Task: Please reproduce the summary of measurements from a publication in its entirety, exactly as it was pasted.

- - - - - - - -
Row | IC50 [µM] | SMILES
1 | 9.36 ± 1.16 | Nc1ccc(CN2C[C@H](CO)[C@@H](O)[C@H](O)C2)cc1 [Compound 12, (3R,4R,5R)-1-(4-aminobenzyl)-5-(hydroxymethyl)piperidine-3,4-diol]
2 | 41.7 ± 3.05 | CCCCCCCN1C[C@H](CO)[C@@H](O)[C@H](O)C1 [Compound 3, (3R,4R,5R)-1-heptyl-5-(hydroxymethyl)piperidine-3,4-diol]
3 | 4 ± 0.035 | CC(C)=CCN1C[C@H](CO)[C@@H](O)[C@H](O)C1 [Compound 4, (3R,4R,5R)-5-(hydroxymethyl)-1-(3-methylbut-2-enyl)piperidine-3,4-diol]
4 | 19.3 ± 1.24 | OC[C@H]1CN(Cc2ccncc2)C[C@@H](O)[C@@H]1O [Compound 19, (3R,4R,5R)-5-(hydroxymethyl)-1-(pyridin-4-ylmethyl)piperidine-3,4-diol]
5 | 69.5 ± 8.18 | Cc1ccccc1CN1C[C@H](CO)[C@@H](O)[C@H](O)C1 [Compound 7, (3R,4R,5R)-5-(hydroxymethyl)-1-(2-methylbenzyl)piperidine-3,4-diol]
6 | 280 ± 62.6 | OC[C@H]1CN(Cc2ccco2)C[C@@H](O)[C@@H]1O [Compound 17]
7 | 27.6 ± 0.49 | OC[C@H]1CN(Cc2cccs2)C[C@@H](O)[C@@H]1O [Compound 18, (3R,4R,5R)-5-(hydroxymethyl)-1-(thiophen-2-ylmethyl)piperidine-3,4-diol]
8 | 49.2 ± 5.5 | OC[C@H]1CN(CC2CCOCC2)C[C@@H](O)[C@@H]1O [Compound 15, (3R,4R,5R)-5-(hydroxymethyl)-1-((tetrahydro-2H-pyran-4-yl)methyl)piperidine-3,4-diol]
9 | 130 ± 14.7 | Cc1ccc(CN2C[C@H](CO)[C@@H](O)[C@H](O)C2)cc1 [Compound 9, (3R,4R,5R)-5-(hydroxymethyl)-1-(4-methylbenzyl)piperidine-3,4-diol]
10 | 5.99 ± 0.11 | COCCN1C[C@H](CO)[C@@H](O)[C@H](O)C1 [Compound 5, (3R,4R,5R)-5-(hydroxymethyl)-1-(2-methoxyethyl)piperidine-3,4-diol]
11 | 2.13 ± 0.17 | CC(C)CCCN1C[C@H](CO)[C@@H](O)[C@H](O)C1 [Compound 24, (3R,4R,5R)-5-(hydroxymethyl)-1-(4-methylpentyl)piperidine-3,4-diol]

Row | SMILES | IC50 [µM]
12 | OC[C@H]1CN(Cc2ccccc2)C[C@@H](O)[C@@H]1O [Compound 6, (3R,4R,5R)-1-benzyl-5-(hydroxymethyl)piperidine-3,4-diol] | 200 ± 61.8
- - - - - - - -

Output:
Row | IC50 [µM] | SMILES
1 | 9.36 ± 1.16 | Nc1ccc(CN2C[C@H](CO)[C@@H](O)[C@H](O)C2)cc1 [Compound 12, (3R,4R,5R)-1-(4-aminobenzyl)-5-(hydroxymethyl)piperidine-3,4-diol]
2 | 41.7 ± 3.05 | CCCCCCCN1C[C@H](CO)[C@@H](O)[C@H](O)C1 [Compound 3, (3R,4R,5R)-1-heptyl-5-(hydroxymethyl)piperidine-3,4-diol]
3 | 4 ± 0.035 | CC(C)=CCN1C[C@H](CO)[C@@H](O)[C@H](O)C1 [Compound 4, (3R,4R,5R)-5-(hydroxymethyl)-1-(3-methylbut-2-enyl)piperidine-3,4-diol]
4 | 19.3 ± 1.24 | OC[C@H]1CN(Cc2ccncc2)C[C@@H](O)[C@@H]1O [Compound 19, (3R,4R,5R)-5-(hydroxymethyl)-1-(pyridin-4-ylmethyl)piperidine-3,4-diol]
5 | 69.5 ± 8.18 | Cc1ccccc1CN1C[C@H](CO)[C@@H](O)[C@H](O)C1 [Compound 7, (3R,4R,5R)-5-(hydroxymethyl)-1-(2-methylbenzyl)piperidine-3,4-diol]
6 | 280 ± 62.6 | OC[C@H]1CN(Cc2ccco2)C[C@@H](O)[C@@H]1O [Compound 17]
7 | 27.6 ± 0.49 | OC[C@H]1CN(Cc2cccs2)C[C@@H](O)[C@@H]1O [Compound 18, (3R,4R,5R)-5-(hydroxymethyl)-1-(thiophen-2-ylmethyl)piperidine-3,4-diol]
8 | 49.2 ± 5.5 | OC[C@H]1CN(CC2CCOCC2)C[C@@H](O)[C@@H]1O [Compound 15, (3R,4R,5R)-5-(hydroxymethyl)-1-((tetrahydro-2H-pyran-4-yl)methyl)piperidine-3,4-diol]
9 | 130 ± 14.7 | Cc1ccc(CN2C[C@H](CO)[C@@H](O)[C@H](O)C2)cc1 [Compound 9, (3R,4R,5R)-5-(hydroxymethyl)-1-(4-methylbenzyl)piperidine-3,4-diol]
10 | 5.99 ± 0.11 | COCCN1C[C@H](CO)[C@@H](O)[C@H](O)C1 [Compound 5, (3R,4R,5R)-5-(hydroxymethyl)-1-(2-methoxyethyl)piperidine-3,4-diol]
11 | 2.13 ± 0.17 | CC(C)CCCN1C[C@H](CO)[C@@H](O)[C@H](O)C1 [Compound 24, (3R,4R,5R)-5-(hydroxymethyl)-1-(4-methylpentyl)piperidine-3,4-diol]

Row | SMILES | IC50 [µM]
12 | OC[C@H]1CN(Cc2ccccc2)C[C@@H](O)[C@@H]1O [Compound 6, (3R,4R,5R)-1-benzyl-5-(hydroxymethyl)piperidine-3,4-diol] | 200 ± 61.8